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This Section describes the relevance of the GPA to the agency problems that arise in procurement.  Informational asymmetries lie at the heart of any analysis of procurement policies.  A central feature of procurement problem is that the government cannot observe the current and expected costs of any particular firm.  If it did, then there would often be no need to organise tenders, since the government, if it wished, could simply purchase the item from the lowest-cost supplier.  However, there is a possibly more significant agency problem in procurement:  the procuring officials themselves are agents for other parties which include politicians and their constituency.  The goals of the procurer and the constituency may differ, and the former must be given incentives to implement the goals of the latter.22  

The literature on government procurement in the international context, in focusing on the tension between minimization of procurement cost and protection of domestic firms, has paid relatively less attention to the problem of moral hazard on part of the procurer.  Furthermore, the welfare costs of the abuse of discretion by the procurer, or collusion between the procurer and a supplier, domestic or foreign, may well be as significant as those arising from the failure to devise cost-minimizing procurement mechanisms or from protectionist procurement.  This Section discusses the relevance of the GPA to each of the principal-agent problems that arise in procurement:  the constituency vis-a-vis the procurer and the procurer vis-a-vis supplying firms.

Disciplines on the procurer:  transparency and challenge provisions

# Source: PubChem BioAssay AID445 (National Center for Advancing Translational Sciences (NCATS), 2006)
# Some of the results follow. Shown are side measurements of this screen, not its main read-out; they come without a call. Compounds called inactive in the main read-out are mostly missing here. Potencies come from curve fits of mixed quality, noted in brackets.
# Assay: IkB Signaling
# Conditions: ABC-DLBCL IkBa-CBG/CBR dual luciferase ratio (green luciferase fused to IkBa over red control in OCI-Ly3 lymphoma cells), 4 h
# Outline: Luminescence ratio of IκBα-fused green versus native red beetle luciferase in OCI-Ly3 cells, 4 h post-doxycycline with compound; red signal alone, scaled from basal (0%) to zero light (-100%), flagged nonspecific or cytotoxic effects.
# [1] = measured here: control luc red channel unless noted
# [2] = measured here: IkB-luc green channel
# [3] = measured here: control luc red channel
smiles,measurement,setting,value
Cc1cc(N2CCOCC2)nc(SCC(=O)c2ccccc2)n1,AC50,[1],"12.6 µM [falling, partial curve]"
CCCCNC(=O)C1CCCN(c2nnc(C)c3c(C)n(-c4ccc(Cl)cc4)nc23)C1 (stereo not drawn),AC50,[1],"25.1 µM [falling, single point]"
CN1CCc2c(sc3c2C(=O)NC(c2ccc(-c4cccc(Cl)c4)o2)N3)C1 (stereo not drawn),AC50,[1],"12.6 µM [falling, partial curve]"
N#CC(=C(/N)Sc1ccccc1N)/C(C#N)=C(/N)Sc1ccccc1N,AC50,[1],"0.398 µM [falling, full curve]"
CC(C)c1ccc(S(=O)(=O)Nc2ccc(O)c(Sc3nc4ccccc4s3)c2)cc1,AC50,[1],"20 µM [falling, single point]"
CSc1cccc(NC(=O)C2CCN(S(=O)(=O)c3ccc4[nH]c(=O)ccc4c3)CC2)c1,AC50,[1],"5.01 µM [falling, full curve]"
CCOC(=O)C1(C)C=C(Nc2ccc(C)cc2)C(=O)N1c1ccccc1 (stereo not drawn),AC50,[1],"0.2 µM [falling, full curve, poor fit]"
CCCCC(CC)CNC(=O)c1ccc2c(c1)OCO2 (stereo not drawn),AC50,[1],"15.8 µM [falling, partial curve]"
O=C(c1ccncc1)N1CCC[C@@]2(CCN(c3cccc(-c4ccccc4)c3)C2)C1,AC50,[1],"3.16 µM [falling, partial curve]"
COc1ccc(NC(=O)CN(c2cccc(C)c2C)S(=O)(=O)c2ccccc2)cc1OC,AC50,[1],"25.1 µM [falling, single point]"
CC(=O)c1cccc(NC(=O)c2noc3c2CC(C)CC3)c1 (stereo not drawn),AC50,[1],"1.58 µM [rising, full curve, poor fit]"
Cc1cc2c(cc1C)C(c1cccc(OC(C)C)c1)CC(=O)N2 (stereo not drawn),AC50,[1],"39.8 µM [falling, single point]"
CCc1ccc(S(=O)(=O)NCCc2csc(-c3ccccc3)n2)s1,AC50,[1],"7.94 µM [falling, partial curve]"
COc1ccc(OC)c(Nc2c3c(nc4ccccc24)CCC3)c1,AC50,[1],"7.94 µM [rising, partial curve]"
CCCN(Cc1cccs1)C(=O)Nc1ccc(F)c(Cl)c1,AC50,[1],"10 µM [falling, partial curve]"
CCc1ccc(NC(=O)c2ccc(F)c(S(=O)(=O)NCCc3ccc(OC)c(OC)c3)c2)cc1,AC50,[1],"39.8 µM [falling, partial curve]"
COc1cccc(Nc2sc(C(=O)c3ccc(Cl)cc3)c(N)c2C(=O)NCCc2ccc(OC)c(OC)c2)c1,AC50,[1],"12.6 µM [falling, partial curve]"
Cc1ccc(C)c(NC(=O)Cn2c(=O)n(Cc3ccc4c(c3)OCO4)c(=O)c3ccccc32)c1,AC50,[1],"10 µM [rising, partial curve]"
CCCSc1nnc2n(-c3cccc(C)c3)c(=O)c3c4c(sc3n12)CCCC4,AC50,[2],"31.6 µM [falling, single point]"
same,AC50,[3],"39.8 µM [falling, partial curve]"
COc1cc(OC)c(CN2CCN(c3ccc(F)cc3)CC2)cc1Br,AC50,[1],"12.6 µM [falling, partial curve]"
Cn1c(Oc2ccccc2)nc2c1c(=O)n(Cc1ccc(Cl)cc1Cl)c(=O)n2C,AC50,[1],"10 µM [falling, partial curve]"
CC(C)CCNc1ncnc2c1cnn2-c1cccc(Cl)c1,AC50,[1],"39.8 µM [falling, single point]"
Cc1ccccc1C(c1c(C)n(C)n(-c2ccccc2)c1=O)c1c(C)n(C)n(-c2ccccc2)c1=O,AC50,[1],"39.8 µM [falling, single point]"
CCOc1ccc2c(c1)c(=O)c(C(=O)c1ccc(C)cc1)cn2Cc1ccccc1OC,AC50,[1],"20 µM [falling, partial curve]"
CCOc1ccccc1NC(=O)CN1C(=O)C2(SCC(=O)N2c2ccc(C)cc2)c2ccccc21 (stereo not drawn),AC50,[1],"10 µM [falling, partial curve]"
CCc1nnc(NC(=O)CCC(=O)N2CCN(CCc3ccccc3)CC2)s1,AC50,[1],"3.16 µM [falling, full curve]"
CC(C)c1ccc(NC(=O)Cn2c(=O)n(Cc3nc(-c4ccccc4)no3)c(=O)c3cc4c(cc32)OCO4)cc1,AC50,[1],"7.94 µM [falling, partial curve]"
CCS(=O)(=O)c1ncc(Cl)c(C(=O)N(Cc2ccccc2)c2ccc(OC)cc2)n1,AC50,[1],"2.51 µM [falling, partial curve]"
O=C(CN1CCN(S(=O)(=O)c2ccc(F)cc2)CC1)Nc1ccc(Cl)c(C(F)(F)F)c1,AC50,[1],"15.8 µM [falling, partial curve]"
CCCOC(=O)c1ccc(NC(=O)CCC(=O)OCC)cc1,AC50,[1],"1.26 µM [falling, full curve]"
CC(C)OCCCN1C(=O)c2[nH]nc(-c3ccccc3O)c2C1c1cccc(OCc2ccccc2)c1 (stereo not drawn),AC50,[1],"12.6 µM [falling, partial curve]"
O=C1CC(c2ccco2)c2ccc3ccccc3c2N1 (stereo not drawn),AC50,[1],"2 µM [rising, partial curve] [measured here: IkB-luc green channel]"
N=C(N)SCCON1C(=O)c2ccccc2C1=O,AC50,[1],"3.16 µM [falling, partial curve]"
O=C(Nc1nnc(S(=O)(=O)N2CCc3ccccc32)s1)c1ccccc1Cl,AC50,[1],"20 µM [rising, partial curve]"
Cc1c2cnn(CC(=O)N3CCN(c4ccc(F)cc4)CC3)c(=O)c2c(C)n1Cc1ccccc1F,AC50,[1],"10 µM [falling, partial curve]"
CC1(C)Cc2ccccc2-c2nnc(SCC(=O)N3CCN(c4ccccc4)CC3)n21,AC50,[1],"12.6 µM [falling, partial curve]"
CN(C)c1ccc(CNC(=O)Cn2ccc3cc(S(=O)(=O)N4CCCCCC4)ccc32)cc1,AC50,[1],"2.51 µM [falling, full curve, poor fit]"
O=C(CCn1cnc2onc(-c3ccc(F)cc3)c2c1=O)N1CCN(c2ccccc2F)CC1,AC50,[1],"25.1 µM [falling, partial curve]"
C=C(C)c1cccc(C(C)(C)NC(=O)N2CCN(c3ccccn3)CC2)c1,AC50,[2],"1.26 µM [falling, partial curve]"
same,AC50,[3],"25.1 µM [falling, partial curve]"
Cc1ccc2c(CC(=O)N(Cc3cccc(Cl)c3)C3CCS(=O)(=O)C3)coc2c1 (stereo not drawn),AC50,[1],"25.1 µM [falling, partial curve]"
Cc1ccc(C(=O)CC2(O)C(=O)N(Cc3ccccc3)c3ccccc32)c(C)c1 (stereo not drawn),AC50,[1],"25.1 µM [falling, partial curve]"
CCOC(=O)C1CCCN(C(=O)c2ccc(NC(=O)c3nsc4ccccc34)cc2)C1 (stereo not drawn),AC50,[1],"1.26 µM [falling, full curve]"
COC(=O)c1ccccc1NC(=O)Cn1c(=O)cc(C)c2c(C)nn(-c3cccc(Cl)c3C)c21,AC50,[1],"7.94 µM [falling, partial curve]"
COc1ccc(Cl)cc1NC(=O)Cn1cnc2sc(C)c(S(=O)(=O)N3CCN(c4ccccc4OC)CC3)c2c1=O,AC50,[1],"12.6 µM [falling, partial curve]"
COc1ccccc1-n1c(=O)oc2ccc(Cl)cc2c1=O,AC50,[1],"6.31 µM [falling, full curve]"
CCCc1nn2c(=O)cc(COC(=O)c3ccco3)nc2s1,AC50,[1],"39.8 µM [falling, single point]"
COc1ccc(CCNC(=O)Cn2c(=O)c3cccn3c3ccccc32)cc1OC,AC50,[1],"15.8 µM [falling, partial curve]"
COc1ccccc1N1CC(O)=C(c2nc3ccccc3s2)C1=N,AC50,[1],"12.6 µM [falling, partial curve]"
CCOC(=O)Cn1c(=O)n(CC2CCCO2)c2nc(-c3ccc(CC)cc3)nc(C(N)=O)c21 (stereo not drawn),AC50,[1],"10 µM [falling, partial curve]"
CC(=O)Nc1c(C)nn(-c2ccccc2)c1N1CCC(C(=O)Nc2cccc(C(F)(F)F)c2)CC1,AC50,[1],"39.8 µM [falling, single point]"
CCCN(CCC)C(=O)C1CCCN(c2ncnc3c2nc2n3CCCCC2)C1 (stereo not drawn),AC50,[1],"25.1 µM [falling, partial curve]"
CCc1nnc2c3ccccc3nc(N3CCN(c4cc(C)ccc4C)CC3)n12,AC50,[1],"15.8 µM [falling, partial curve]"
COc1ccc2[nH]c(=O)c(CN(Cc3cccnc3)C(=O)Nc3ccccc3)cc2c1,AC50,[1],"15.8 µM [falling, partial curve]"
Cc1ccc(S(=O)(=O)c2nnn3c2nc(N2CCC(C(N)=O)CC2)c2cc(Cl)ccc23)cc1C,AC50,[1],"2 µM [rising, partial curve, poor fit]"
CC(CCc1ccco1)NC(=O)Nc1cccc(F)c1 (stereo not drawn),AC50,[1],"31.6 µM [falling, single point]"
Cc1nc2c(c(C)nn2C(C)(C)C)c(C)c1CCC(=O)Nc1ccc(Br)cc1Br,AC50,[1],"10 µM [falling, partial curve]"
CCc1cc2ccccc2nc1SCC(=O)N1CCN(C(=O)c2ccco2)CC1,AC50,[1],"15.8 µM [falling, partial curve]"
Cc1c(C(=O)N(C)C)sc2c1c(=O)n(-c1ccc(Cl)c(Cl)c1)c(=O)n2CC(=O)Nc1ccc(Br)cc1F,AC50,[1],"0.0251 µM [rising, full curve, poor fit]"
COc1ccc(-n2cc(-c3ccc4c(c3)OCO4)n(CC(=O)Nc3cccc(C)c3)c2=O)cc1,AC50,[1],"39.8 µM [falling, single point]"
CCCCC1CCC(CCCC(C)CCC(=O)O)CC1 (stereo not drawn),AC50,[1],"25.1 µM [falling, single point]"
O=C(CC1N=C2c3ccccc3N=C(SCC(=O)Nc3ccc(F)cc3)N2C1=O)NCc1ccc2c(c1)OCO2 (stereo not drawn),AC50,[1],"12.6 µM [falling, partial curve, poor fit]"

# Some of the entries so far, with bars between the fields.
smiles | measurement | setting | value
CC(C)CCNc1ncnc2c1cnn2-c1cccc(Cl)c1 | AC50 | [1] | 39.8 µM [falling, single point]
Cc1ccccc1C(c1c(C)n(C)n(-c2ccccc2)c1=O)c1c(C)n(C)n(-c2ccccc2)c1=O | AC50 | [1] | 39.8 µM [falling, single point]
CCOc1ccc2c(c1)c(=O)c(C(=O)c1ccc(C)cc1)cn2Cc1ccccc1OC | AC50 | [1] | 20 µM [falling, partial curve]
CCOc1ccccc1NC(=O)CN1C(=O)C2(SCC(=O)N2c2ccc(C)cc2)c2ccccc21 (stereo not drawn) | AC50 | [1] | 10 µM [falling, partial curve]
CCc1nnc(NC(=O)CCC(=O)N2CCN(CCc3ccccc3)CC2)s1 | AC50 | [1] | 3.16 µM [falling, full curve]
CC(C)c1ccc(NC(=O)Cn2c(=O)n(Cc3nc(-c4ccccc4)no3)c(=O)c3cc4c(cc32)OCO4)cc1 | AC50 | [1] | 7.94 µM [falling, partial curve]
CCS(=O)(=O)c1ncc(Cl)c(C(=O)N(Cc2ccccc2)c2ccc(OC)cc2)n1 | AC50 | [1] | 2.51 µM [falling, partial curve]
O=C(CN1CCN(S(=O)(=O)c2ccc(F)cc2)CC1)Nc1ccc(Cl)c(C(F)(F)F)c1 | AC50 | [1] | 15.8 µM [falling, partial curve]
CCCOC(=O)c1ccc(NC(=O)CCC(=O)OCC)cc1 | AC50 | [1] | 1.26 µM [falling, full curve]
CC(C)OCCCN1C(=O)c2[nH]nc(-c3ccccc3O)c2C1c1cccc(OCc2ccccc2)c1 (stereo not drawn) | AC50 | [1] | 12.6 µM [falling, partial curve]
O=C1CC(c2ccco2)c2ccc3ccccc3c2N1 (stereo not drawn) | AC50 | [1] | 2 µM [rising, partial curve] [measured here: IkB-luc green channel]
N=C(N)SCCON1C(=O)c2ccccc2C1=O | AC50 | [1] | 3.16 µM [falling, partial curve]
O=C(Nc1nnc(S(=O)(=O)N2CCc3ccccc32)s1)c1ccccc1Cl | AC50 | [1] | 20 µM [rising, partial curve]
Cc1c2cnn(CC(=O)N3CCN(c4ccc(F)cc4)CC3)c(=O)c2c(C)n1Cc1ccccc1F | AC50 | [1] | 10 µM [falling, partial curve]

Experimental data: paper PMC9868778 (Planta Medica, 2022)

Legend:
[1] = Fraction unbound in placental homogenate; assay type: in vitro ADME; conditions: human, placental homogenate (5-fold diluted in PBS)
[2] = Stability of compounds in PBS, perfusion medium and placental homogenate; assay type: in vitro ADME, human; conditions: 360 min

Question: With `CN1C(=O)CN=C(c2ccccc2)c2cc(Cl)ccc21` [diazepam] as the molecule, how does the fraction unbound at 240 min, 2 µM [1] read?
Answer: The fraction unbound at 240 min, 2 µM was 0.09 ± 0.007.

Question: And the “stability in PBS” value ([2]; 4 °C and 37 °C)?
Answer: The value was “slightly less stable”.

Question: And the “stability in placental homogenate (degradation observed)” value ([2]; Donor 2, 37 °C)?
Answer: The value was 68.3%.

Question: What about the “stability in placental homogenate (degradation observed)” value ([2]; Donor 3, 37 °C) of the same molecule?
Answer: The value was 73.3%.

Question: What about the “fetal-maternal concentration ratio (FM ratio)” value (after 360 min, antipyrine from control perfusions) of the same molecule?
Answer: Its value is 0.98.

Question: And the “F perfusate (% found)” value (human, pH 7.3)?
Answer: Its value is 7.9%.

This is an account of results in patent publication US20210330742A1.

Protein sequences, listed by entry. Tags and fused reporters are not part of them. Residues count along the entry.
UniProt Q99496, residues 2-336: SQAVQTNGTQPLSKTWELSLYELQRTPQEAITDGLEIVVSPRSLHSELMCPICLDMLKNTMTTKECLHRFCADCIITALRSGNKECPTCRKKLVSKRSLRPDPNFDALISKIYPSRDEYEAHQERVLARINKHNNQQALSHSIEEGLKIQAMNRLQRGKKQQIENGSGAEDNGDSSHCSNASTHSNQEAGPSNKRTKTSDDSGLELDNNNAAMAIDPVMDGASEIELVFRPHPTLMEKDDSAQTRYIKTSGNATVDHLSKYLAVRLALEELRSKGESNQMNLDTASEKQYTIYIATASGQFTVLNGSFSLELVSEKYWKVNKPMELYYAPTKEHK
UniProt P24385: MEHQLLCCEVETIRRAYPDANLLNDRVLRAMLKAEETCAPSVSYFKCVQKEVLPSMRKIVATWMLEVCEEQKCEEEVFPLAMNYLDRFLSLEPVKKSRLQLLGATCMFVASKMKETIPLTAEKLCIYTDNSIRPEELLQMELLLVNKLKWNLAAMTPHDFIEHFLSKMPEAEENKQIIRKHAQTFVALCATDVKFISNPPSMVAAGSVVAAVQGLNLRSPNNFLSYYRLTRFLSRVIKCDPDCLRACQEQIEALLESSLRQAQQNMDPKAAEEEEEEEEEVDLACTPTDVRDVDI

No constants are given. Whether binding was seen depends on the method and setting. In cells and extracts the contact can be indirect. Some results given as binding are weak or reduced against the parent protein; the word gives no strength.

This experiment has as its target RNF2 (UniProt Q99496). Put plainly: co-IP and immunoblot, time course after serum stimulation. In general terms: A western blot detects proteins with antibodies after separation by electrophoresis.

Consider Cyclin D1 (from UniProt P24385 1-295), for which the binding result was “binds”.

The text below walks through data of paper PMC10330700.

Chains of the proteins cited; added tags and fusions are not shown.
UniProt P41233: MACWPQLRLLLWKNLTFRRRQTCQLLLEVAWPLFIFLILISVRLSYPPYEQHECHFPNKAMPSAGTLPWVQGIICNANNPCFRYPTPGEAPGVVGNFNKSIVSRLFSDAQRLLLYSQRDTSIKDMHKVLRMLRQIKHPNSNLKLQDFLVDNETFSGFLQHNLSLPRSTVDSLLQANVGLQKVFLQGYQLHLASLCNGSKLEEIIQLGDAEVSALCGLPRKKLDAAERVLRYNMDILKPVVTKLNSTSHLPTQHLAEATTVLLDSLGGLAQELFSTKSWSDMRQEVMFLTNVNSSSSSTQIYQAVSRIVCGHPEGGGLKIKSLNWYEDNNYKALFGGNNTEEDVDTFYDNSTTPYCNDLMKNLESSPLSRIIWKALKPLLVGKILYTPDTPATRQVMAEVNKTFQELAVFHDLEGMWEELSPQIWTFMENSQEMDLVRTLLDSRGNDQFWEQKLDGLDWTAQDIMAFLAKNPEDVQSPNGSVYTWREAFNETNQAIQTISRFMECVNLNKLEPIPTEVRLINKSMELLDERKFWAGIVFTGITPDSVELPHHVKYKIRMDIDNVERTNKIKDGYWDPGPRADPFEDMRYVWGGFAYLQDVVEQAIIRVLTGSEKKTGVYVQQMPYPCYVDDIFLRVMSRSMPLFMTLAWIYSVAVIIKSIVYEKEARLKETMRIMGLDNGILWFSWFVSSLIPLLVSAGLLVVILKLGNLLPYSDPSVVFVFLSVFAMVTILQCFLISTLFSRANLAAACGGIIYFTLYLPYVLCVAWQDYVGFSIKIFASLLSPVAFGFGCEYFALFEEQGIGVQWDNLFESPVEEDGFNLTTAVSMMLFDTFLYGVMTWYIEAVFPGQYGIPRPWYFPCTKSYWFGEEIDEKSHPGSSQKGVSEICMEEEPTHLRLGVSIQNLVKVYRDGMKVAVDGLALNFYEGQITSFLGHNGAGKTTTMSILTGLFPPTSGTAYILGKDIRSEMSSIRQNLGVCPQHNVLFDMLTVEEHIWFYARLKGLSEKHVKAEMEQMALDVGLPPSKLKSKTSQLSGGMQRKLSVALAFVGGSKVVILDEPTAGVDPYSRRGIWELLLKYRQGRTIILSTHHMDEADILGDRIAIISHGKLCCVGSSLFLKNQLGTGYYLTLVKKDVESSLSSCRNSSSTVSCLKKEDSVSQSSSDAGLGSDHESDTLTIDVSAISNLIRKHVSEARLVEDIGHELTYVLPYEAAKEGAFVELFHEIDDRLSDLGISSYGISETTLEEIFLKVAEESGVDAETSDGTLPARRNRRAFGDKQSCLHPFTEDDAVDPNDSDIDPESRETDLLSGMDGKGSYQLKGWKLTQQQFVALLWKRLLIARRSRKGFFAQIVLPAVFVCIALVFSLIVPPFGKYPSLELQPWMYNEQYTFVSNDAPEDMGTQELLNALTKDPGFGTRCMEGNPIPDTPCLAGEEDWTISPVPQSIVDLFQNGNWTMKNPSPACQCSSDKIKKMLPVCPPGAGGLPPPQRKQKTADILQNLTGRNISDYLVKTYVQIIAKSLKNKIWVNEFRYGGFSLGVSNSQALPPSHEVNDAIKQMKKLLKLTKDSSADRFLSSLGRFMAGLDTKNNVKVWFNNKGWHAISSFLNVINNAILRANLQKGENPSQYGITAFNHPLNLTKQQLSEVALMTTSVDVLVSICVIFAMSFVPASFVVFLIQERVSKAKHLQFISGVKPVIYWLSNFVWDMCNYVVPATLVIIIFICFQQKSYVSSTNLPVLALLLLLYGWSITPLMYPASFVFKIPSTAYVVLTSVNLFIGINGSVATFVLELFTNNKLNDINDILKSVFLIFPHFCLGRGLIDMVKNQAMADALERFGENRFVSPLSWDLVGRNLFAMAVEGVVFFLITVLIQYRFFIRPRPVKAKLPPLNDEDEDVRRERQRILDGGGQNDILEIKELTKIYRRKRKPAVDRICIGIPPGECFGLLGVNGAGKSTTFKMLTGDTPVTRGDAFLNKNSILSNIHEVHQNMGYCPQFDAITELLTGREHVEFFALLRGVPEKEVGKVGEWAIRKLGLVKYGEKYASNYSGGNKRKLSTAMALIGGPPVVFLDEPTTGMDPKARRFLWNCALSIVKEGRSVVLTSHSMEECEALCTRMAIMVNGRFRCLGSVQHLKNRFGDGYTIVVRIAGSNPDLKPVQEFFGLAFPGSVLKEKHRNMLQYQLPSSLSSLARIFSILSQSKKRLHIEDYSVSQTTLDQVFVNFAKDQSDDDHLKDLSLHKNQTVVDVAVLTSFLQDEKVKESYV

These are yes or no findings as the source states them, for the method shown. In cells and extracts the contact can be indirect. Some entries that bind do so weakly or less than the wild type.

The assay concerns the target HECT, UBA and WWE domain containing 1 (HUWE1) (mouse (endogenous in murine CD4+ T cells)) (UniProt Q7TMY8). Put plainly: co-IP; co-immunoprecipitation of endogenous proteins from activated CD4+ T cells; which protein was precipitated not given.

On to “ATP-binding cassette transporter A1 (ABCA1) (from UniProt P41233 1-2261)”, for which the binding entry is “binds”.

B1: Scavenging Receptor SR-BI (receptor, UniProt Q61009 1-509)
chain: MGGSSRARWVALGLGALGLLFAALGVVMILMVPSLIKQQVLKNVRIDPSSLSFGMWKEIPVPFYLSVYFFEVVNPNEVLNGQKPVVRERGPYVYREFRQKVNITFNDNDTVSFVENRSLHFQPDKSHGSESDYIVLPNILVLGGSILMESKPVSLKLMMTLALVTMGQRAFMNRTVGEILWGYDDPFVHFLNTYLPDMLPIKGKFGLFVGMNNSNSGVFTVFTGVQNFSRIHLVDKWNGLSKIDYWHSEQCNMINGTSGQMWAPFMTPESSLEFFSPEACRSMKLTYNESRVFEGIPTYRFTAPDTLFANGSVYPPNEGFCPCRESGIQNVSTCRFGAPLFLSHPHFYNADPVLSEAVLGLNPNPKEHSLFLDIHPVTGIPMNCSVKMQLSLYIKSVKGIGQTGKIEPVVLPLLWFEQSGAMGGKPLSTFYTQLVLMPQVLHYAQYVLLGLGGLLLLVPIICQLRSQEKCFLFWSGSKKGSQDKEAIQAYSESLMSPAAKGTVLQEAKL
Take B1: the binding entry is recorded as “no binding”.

(McLachlan (1985) in a study on Canada, the EC and the United states finds that a discrepancy is likely to arise between the degree of discrimination designated by government (sometimes zero as a result of international agreements) and that which is actually implemented by bureaucrats.  He provides evidence, for instance, from the statements of the Auditor General of Canada, of how purchasing departments have devised means of retaining their discretion and avoiding the scrutiny of the Treasury Board or the Department of Supply and Services.  He concludes that "In general, many of the Reports of the of the Auditor General combine to give the impression of rather inadequate control of federal public expenditure in Canada, and hence to confirm implicitly the existence of scope for discretionary behaviour" (p. 364).  Benson (1981) finds that even though Congressional Review Committees in the United States play an important monitoring role, their effect is to reduce rather than eliminate bureaucratic discretion in purchasing.


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